History is one of the central disciplines in a liberal education. Akin to both the humanities and social sciences, it provides important insights into how societies function, how cultures develop, and how human interactions with the natural environment (and with one another) change over time. An understanding of history is also central to questions of national, group, and individual identity. Our sense of our own history - sometimes contested and sometimes shared - is the lens through which we both view our current circumstances and envision the future. The study of history is, therefore, much more than merely a process of memorizing facts about the past. It involves interpretation and analysis, discussion and debate, imagination and rational argument. This means that students who earn a major or minor in history will build skills and knowledge that are indispensable for almost any career: clarity in writing and speaking; effective use of evidence and argument; the ability to perform independent research; and an awareness of cultural differences and commonalities. It is thus excellent preparation for a wide variety of fields - including law, teaching, business, public service, journalism, and even medicine.
History majors are required to take a minimum of 10 total history courses and must complete either a thesis or a comprehensive exam in their senior year. The major requirements are as follows:
I. Two Foundational Classes:
- Any 100-level "Making History" course - These courses will serve as a skills-based introduction to historical methods. Course numbers and topics will vary depending on instructor.
- HI 121 Big History - An introduction to global comparative history.
II. Four Thematic Electives: Students may choose two electives in each of two designated thematic fields selected from the following: Nationalism/Revolution, Cultural History, Environmental History, History of Race, and Gender History. Examples of courses available in each thematic field are provided below. Additional classes not included on this list will be offered periodically.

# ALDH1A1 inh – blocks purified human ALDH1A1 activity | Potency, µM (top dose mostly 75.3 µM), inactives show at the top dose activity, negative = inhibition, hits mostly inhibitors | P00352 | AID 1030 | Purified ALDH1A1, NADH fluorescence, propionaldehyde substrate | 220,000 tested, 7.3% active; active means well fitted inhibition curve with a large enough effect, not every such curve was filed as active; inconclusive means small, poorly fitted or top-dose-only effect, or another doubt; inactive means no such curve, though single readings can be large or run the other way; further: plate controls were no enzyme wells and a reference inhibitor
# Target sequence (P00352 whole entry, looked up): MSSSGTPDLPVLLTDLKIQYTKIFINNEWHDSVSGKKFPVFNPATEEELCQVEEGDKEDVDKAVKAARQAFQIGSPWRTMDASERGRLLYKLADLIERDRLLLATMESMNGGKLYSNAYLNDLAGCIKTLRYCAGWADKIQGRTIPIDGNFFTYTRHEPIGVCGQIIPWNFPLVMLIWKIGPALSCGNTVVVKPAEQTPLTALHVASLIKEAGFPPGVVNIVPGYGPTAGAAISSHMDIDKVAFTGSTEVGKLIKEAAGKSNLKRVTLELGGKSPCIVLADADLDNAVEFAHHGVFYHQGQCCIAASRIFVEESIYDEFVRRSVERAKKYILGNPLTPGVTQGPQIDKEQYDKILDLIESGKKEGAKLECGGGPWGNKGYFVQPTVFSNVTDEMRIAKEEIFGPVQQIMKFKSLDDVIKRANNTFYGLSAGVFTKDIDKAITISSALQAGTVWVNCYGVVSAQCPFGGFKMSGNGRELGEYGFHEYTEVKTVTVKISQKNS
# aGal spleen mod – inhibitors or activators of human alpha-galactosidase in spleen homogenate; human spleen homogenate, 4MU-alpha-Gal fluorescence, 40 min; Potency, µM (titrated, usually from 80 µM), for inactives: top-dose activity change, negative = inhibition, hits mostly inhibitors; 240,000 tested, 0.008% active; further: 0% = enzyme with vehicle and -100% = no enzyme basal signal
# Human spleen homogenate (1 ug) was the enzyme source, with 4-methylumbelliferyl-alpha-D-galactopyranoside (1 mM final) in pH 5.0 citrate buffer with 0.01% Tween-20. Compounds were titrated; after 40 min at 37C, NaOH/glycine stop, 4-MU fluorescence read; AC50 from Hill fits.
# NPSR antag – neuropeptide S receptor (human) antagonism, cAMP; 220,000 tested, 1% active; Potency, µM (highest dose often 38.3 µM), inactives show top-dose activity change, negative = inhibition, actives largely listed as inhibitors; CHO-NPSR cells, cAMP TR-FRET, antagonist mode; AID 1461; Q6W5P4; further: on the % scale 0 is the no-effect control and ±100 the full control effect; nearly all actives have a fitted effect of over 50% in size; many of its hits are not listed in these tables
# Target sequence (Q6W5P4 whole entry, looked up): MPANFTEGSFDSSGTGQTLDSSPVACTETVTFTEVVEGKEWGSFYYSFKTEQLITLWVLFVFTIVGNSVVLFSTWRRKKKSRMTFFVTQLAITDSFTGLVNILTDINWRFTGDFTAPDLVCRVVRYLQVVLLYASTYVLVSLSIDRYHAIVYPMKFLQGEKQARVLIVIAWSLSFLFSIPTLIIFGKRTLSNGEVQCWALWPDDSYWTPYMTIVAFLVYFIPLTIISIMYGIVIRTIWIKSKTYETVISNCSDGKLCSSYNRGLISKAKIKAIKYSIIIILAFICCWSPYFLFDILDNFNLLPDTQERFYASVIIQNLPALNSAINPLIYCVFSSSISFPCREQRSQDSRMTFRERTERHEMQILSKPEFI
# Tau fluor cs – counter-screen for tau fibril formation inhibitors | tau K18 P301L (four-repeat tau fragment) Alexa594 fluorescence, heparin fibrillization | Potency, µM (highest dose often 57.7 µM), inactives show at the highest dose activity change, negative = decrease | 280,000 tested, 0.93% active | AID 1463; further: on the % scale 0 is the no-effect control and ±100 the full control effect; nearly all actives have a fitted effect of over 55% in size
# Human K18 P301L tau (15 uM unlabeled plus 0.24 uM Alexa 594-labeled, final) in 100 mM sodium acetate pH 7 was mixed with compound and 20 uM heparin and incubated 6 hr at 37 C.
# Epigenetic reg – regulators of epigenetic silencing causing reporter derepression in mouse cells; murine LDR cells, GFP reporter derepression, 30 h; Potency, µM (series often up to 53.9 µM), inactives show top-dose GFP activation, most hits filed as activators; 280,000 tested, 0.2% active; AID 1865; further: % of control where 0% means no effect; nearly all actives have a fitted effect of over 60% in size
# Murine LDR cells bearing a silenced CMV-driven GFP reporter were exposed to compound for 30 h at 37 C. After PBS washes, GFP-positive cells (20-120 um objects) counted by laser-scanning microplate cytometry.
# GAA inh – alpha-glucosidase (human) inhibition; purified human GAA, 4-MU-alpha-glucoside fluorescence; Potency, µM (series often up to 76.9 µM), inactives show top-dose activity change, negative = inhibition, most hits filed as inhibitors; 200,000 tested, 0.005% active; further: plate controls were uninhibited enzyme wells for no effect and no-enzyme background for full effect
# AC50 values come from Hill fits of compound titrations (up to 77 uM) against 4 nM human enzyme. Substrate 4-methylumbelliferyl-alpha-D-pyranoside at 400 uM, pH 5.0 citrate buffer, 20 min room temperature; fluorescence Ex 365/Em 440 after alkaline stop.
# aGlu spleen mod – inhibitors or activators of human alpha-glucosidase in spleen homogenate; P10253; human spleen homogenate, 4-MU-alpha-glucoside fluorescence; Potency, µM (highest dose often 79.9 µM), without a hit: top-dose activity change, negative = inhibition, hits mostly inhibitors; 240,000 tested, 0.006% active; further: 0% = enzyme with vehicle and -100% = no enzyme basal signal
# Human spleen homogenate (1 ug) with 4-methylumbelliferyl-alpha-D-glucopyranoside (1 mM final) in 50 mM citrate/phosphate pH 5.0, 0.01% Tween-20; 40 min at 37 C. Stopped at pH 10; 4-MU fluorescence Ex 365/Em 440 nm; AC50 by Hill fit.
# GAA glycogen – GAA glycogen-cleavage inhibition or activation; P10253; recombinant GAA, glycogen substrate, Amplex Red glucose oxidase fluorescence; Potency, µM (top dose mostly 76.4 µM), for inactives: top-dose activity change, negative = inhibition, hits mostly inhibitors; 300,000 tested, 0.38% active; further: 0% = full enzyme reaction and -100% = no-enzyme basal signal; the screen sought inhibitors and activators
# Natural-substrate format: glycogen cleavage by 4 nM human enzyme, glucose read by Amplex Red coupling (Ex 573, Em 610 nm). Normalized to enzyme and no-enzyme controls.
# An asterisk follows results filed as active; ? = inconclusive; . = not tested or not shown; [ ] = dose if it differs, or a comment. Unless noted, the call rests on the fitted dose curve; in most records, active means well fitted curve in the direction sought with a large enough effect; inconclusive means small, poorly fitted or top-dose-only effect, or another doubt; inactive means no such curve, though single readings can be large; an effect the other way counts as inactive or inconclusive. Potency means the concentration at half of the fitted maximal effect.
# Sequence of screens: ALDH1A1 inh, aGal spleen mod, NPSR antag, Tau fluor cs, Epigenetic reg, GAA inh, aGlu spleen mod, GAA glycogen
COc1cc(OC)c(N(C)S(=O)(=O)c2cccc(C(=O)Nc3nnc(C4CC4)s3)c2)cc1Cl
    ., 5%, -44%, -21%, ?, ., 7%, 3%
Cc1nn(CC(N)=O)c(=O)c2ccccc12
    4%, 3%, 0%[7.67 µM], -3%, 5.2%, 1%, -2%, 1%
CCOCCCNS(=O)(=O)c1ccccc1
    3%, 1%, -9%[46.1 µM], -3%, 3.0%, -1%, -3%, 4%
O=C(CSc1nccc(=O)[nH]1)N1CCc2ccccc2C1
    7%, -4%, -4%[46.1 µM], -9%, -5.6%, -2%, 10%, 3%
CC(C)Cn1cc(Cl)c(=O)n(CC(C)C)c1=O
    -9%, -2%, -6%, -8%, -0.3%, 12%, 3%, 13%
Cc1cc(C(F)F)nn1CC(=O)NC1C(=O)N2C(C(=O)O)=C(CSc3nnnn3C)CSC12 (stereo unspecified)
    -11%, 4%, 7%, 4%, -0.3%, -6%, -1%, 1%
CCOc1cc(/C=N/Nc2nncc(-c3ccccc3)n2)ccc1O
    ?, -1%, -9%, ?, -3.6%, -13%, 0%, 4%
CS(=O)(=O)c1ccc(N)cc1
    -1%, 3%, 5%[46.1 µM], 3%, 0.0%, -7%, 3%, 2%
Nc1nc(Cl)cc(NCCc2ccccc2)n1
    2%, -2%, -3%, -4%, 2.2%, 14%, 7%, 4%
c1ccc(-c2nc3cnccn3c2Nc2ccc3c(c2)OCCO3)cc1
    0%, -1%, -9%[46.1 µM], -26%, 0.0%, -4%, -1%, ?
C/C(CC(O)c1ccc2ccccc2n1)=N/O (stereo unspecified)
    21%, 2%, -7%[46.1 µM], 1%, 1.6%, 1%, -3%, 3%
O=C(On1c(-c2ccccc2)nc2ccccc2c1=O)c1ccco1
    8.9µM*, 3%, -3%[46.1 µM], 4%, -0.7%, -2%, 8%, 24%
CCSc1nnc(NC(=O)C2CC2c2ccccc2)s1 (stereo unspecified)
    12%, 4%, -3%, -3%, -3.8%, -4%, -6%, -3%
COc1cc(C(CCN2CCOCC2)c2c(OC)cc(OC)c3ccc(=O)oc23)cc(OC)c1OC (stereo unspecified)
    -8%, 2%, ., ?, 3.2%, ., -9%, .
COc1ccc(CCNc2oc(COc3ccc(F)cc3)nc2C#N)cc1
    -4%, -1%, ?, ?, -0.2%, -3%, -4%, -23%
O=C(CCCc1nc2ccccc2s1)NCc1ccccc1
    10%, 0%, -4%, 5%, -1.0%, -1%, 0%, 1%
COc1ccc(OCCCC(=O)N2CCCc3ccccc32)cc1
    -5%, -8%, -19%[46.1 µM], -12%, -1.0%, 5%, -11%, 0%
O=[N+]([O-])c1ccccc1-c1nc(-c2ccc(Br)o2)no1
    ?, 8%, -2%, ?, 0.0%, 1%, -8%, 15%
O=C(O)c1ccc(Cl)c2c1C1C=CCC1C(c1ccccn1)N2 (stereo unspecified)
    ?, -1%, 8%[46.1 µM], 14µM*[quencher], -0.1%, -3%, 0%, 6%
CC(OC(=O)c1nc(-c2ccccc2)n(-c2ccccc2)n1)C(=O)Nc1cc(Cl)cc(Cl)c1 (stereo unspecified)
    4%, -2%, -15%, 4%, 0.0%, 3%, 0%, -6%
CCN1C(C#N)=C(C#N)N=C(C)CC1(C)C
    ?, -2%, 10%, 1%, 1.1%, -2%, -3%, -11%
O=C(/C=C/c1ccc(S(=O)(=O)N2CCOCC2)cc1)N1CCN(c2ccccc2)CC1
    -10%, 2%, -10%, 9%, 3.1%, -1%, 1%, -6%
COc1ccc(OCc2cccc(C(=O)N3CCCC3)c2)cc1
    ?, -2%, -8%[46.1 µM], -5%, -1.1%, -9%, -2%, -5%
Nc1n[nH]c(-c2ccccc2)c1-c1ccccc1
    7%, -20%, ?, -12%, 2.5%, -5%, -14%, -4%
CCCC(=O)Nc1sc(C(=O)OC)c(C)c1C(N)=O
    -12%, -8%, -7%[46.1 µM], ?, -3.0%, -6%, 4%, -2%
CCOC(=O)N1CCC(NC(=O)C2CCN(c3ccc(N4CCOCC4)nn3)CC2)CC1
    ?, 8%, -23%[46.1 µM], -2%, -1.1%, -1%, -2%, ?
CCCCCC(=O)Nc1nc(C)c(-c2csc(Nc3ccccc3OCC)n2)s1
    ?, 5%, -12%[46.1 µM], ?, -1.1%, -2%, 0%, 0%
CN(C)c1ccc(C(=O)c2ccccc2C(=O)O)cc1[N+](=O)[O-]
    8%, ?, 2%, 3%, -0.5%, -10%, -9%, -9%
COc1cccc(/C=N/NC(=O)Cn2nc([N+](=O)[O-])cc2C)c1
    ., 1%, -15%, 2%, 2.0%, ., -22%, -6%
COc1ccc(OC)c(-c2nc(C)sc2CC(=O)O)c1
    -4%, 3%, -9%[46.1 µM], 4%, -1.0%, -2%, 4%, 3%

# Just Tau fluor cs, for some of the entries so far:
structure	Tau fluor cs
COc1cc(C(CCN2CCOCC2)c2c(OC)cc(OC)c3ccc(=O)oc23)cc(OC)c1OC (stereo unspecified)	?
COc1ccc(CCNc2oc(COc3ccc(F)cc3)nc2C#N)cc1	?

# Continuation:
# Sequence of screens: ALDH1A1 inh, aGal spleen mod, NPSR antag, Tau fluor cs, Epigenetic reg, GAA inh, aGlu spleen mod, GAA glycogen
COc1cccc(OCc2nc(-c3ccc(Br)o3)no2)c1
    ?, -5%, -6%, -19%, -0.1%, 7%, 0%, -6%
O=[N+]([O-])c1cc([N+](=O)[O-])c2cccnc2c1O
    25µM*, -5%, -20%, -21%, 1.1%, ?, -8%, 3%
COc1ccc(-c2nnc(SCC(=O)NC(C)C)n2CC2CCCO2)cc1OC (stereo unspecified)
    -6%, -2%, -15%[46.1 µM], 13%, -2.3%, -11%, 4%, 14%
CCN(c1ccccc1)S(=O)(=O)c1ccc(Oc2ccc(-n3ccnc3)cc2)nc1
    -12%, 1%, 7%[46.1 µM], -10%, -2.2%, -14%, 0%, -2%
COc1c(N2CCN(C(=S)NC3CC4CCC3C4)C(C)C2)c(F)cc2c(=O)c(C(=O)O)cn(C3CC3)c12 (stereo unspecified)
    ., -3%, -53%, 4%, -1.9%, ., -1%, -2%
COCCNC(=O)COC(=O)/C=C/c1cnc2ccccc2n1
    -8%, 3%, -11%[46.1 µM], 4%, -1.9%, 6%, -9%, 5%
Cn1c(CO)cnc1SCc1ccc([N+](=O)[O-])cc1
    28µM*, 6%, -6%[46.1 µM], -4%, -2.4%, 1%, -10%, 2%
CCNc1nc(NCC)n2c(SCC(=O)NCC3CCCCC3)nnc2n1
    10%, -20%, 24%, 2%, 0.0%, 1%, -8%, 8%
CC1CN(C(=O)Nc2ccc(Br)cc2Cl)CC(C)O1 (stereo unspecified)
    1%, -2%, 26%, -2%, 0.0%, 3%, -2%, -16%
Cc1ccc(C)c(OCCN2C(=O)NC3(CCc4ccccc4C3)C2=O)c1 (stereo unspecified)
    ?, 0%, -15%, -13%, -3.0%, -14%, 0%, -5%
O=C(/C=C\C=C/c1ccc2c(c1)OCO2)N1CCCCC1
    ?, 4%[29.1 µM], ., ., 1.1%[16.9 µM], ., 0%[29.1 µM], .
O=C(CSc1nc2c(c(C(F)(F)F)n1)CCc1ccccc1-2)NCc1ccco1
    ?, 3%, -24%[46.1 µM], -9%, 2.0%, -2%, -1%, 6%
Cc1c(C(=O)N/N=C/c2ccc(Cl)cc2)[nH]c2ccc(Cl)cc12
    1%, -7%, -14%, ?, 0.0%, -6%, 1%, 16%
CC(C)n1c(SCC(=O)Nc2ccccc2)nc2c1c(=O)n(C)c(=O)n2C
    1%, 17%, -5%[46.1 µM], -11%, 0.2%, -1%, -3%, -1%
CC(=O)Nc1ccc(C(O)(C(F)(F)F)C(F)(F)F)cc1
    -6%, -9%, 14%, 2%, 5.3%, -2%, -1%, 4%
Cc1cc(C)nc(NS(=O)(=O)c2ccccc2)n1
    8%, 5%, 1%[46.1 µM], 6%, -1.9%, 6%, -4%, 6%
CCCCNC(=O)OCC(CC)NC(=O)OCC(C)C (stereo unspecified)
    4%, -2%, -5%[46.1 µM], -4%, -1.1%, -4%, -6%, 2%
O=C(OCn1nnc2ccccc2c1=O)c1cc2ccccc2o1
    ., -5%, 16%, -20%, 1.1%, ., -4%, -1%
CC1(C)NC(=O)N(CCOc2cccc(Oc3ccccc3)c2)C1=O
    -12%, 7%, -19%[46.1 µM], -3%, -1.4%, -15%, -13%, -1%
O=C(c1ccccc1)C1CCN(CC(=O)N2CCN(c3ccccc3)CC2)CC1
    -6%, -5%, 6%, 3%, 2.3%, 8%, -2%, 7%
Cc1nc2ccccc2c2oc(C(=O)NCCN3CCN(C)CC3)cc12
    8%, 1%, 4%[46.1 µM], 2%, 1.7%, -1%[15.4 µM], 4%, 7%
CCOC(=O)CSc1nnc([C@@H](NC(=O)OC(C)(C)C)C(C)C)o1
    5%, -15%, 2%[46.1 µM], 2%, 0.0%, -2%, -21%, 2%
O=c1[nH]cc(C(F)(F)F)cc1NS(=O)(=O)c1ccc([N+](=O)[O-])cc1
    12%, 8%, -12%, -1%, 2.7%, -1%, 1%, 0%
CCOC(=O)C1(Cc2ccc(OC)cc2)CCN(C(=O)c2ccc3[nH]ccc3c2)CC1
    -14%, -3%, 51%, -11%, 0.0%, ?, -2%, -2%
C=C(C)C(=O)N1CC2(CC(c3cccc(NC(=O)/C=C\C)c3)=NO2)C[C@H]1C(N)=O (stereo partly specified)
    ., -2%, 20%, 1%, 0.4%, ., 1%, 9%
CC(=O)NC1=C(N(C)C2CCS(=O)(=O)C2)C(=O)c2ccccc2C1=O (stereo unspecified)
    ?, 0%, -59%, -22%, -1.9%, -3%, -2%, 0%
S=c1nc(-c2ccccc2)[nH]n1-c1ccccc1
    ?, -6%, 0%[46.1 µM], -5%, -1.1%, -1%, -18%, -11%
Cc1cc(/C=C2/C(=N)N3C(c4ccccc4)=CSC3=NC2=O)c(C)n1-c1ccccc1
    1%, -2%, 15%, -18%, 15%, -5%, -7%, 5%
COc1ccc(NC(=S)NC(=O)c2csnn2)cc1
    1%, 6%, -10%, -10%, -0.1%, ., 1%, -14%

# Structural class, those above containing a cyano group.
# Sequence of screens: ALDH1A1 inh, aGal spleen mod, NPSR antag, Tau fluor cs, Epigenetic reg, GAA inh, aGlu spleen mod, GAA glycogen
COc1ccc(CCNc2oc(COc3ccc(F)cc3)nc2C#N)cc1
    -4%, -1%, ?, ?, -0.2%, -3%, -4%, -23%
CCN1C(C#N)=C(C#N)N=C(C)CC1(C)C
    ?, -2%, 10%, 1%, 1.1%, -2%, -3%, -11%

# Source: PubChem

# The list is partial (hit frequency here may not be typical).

- EA 210G East Asia: Nationalism & Revolution
- HI 202H Modern Europe
- HI 218G Modern Middle East
- HI 234G 20th Century World
- AM 201H American Civilization
- CL 242H Greek History
- CL 243H Roman History I
- CL 244H Roman Empire
- EA 201G East Asian Traditions
- HI 225E Western Myth & the Environment
- HI 253E Environmental History
- HI 254E European Environmental History
- HI 260G France and the Islamic World
- AS 301G Identity, Race, & Ethn.: Ancient World
- HI221H Women in the Modern US
- HI 270H Sex & Power in European Thought
- CL 203H Women & Gender in the Ancient World
III. Free Electives:Students may choose any two additional history electives at the 200- or 300-level. See the list of courses for a sense of our regular offerings.
IV. Geographical Diversity Requirement:Among the six 200- and 300-level thematic and free electives described above, students must include:
- At least one course in American history
- Courses in at least two of the following four geographical areas: Europe; Middle East; East Asia; Classical Mediterranean.
V. One 380-level WI Advanced Research Seminar:These are advanced research seminars that are designated as WI courses. Topics will vary by instructor. Students who plan to attend graduate school in history or a related field are strongly encouraged to take more than one 380-leve
l seminar. The second of these seminars may be counted as a "free elective."
VI. One Internship course:Usually taken in the junior year.
VII. Either the Senior Seminar/Comps (HI 498) or a Senior Thesis (HI 499).
Because of the interdisciplinary nature of historical study, a number of courses from allied disciplines do count toward the history major and minor, but are not included in the course list below. Check with your mentor for a full list. Examples of such courses include:
- AH 203A Arts of the Silk Road
- AM 307H Rebels with a Cause
- AM 308H Becoming Visible
- AM 314E Environment in American Thought
- AM 324H Organized Crime in America
- AM 338H The Harlem Renaissance
- AM 339H The Great Depression and American Life
- PL 349G Native American Thought
Details about these courses can be found in the respective disciplinary listings.
A minor in History includes a minimum of five courses. Requirements include any 100-level History Foundational course, two courses in the same thematic field or in the same geographic area, one additional elective at the 200 or 300-level, and one 380-level WI research seminar.